At the outset of the trial, the Court admonished the jury as follows:
'During the recess and all future recesses, * * * it is quite important under the circumstances that you be alert and do not permit any communication to come to you. I don't care if it is by some individual or through newspaper or radio or television. I don't know, but just do not permit yourselves to be communicated with concerning any matter involving this case in any way, shape or form.'
And at the end of the first day's proceedings, the admonishment was:
'* * * Do not permit anyone to endeavor to discuss any phase of this proceeding. Do your best to remain out of the hearing of any radio announcement, if such there be, or television, or newspaper. In other words, do not permit yourselves to be communicated with in any way, shape or form concerning the possible facts of this particular case.'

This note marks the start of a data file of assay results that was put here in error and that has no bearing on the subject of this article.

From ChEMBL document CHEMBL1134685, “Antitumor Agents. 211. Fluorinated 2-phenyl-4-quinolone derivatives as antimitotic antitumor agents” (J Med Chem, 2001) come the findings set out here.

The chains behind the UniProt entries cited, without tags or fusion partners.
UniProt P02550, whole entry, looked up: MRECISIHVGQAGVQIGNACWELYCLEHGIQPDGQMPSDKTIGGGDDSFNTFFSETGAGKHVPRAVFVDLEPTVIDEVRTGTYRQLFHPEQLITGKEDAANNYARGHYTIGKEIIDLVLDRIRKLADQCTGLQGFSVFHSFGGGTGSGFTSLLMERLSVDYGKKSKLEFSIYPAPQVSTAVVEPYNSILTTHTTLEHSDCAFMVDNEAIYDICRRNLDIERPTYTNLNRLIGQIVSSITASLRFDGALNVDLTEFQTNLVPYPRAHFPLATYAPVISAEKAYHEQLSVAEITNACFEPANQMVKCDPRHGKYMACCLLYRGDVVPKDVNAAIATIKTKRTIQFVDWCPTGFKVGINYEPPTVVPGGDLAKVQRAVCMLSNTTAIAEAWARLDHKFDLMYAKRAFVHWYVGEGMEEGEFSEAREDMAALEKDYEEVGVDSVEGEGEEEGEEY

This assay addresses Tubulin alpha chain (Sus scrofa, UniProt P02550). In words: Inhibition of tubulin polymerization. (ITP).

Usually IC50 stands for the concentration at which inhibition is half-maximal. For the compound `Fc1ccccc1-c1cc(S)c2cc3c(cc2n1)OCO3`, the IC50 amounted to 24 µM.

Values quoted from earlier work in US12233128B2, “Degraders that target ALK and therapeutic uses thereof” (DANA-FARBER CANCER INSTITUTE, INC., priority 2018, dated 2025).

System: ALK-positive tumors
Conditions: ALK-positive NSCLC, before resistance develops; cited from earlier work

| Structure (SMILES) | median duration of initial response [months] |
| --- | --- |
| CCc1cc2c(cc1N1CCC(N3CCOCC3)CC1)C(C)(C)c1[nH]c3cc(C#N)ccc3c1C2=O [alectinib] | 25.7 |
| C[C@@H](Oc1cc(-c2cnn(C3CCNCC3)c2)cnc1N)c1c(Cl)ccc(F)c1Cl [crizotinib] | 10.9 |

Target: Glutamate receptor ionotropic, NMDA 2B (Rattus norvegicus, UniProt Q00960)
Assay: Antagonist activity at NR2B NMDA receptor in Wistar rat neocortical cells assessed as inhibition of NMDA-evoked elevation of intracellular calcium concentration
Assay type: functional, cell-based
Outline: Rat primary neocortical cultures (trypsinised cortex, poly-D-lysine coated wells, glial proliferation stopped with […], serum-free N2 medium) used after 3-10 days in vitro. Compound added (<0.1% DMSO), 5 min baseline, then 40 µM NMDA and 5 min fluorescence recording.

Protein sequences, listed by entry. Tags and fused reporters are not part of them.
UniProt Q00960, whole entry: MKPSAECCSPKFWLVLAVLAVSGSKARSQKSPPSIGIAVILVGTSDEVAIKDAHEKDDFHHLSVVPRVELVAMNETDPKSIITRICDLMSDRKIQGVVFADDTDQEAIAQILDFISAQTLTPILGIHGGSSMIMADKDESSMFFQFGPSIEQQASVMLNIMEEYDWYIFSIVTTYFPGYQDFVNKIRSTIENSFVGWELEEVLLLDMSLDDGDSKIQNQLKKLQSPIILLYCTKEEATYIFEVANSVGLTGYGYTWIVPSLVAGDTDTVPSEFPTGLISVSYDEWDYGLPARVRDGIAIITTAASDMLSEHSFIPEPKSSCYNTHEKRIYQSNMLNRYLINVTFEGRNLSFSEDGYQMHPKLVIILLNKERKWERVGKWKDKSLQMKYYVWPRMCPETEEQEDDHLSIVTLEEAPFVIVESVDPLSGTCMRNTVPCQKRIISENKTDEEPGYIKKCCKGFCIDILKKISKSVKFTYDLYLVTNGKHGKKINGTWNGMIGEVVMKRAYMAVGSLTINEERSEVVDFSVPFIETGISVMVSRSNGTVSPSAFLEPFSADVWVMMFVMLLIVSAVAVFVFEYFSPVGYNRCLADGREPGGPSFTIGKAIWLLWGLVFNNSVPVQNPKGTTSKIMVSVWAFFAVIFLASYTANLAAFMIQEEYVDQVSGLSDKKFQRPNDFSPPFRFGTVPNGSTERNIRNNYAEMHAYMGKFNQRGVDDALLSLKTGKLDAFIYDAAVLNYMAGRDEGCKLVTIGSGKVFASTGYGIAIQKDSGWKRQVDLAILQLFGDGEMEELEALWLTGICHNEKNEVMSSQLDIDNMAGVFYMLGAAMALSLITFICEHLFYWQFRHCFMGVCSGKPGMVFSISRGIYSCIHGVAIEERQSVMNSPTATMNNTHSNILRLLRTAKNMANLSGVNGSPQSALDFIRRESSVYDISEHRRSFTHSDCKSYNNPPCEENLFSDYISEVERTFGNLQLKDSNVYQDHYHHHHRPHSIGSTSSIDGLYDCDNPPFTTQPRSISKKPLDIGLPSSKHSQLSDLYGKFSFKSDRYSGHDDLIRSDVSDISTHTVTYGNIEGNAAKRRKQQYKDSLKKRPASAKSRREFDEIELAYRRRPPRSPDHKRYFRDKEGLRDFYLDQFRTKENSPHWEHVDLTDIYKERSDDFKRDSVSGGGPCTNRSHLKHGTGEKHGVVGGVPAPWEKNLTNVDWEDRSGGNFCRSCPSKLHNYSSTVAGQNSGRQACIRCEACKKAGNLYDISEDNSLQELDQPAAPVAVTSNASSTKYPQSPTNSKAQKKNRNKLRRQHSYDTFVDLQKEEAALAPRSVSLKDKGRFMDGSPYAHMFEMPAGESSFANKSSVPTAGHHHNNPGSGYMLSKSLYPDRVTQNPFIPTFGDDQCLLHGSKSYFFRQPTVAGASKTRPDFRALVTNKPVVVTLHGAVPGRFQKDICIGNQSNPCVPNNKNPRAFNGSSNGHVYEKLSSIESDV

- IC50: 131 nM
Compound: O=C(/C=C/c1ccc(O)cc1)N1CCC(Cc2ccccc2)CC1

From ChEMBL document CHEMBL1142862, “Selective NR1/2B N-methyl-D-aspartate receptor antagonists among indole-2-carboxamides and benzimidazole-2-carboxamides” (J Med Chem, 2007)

The specific newspaper article of which complaint is made read as follows:
'* * * His first experience in court Monday was dramatically termed a mistrial before a jury could be selected.
'The mistrial resulted when a woman on the jury panel, in answer to a question by Judge Warren L. McCarthy, accused Hilliard of raping her daughter two years ago. The judge had asked the panel if anyone knew the defendant.'